eBay Forms Industry Group to Tackle E-Waste

 
 
By Matthew Hicks  |  Posted 2005-01-06 Email Print this article Print
 
 
 
 
 
 
 

At CES, the online auctioneer launches an online clearinghouse for reselling, recycling or donating used computers and electronics. The Rethink Initiative for "e-waste" is backed by a cadre of computer hardware vendors.

LAS VEGAS—Online auction giant eBay Inc. is leading an effort to encourage the recycling or resale of used computers and consumers electronics. eBay on Wednesday launched the Rethink Initiative and a related Web site at the International Electronics Show here. The initiative brings together major IT companies such as Intel Corp. with government agencies and non-profits to tackle the issue of so-called e-waste. A Rethink Web site provides information on properly disposing of old equipment, including by selling it on eBay. But the site also compiles links to partners that recycle equipment or accept donations for charity.
E-waste has become an increasing problem as consumers and businesses rapidly replace older computers and electronics. Gartner Inc. estimates that about 133,000 PCs are becoming obsolete every day in the United States.
Meanwhile, consumers will throw out about 400 million electronics each year in this decade, eBay CEO and President Meg Whitman said. When thrown into landfills, computers can pose environmental risks because they contain such hazardous materials as lead, cadmium, chromium and mercury. "We as an industry need to do more," Whitman said. "Together were helping to build awareness to safely dispose of used computers and consumer electronics."
The industry initiative is only a first step toward tackling e-waste, Whitman said. It focuses on education U.S. consumers and business about e-waste options by tapping into eBays community of 125 million U.S. members. However, the plan does not address a major economic issue surrounding computer recycling: cost. Most recycling programs from PC makers, government and non-profits require consumers and businesses to pay a fee to recycle equipment. "Were not doing anything specifically to reduce the cost of recycling on the consumer, but were letting them know of the options they do have," said Patrick Jabal, director of eBays computers and networking category, in response to a reporters question. Read the full story on PCMag.com: eBay Forms Industry Group to Tackle E-Waste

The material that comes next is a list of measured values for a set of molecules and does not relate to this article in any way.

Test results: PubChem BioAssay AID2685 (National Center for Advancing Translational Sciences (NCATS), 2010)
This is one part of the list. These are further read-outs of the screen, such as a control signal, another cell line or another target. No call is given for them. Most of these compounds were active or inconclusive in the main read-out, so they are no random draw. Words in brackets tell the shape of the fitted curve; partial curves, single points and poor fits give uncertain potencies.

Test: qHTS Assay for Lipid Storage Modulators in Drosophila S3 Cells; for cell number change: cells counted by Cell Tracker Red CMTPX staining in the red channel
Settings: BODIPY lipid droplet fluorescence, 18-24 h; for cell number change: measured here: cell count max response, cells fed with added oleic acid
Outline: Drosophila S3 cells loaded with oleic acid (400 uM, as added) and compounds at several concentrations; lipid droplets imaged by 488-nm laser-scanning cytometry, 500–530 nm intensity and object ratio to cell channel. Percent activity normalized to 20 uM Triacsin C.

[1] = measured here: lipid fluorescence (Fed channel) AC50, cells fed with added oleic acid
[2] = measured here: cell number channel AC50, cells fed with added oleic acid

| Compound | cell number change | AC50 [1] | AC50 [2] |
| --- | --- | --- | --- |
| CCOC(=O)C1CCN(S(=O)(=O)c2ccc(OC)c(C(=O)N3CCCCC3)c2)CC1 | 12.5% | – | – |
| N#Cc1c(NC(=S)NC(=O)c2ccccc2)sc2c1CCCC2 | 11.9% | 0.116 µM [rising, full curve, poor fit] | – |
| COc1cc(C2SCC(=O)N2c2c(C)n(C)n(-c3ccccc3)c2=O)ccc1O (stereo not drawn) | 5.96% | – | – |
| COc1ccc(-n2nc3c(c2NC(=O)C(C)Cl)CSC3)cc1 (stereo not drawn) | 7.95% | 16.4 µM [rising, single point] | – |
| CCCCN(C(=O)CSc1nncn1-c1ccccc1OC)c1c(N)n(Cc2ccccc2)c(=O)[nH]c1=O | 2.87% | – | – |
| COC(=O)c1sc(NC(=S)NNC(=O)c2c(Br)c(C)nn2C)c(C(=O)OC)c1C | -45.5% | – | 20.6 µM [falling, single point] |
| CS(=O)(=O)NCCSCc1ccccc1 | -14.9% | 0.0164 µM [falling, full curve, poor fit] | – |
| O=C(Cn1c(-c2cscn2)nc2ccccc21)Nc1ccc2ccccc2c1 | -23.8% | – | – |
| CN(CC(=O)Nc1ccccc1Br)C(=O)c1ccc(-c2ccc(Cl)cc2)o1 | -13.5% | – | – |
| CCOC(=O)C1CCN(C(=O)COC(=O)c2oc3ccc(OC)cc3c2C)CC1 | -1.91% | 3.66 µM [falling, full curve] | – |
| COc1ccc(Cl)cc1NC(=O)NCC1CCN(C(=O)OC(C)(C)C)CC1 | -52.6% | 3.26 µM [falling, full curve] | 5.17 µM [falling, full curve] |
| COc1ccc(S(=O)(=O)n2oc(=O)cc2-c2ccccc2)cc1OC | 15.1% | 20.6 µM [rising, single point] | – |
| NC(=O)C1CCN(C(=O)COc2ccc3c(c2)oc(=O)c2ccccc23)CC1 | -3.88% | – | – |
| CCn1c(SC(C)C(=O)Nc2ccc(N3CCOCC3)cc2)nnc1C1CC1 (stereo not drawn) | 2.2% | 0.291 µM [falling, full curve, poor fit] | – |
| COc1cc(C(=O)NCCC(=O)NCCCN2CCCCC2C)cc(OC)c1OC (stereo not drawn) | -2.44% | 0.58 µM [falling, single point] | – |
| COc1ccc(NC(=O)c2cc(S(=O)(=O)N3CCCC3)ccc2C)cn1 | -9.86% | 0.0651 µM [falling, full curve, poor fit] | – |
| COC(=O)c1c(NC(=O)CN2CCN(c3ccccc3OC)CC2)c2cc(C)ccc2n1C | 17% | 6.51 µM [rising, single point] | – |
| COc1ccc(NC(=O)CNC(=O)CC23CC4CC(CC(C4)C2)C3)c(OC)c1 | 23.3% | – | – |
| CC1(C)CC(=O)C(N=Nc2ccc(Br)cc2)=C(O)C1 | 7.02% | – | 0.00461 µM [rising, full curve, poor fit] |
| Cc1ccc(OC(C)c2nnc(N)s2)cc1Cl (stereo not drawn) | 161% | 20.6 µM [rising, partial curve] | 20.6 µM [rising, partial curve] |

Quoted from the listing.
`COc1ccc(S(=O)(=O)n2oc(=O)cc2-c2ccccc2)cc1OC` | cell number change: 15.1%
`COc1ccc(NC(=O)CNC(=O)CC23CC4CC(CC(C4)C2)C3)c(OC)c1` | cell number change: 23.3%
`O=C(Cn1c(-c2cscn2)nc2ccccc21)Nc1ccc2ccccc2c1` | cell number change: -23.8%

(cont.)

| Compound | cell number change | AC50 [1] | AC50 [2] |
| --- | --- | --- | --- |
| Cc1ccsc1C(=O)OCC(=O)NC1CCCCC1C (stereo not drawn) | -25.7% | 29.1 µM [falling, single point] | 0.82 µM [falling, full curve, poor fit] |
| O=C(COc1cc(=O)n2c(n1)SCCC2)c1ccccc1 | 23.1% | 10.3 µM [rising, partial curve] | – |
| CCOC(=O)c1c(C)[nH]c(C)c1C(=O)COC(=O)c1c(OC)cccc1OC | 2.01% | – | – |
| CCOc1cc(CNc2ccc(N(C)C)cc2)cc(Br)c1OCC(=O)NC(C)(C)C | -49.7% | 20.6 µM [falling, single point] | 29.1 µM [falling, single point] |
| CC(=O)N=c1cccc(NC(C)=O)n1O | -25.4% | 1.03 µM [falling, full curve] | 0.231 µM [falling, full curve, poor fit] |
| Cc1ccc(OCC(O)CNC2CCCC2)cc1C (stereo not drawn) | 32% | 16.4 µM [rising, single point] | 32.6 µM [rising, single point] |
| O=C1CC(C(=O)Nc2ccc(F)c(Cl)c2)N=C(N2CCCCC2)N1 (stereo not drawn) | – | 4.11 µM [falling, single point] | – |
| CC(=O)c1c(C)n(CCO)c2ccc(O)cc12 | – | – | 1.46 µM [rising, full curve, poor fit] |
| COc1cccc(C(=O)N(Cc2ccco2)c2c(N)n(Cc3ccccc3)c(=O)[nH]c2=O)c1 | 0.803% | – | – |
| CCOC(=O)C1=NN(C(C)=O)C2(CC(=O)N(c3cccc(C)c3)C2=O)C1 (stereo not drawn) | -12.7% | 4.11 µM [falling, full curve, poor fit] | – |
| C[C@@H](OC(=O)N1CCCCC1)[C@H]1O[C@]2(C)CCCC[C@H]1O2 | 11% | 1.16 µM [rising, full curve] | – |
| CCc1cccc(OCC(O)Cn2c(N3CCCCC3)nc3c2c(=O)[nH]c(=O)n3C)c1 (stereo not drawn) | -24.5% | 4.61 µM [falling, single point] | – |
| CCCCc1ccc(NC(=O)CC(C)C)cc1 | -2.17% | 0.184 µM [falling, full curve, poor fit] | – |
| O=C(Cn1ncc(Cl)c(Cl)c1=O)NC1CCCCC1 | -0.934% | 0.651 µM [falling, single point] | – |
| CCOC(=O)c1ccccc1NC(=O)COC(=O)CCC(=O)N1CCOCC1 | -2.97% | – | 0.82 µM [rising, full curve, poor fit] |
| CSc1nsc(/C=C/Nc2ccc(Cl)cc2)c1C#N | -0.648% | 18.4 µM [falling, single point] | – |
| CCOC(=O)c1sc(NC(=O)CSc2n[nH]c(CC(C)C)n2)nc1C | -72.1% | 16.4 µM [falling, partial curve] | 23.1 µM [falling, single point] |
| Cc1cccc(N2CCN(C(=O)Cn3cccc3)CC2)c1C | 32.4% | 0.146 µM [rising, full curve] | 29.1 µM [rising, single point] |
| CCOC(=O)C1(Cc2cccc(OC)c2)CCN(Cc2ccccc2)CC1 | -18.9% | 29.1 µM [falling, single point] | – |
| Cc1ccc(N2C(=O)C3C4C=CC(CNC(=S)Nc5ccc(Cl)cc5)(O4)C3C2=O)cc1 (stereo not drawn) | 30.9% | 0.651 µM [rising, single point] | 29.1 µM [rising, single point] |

Matthew Hicks As an online reporter for eWEEK.com, Matt Hicks covers the fast-changing developments in Internet technologies. His coverage includes the growing field of Web conferencing software and services. With eight years as a business and technology journalist, Matt has gained insight into the market strategies of IT vendors as well as the needs of enterprise IT managers. He joined Ziff Davis in 1999 as a staff writer for the former Strategies section of eWEEK, where he wrote in-depth features about corporate strategies for e-business and enterprise software. In 2002, he moved to the News department at the magazine as a senior writer specializing in coverage of database software and enterprise networking. Later that year Matt started a yearlong fellowship in Washington, DC, after being awarded an American Political Science Association Congressional Fellowship for Journalist. As a fellow, he spent nine months working on policy issues, including technology policy, in for a Member of the U.S. House of Representatives. He rejoined Ziff Davis in August 2003 as a reporter dedicated to online coverage for eWEEK.com. Along with Web conferencing, he follows search engines, Web browsers, speech technology and the Internet domain-naming system.
 
 
 
 
 
 
 

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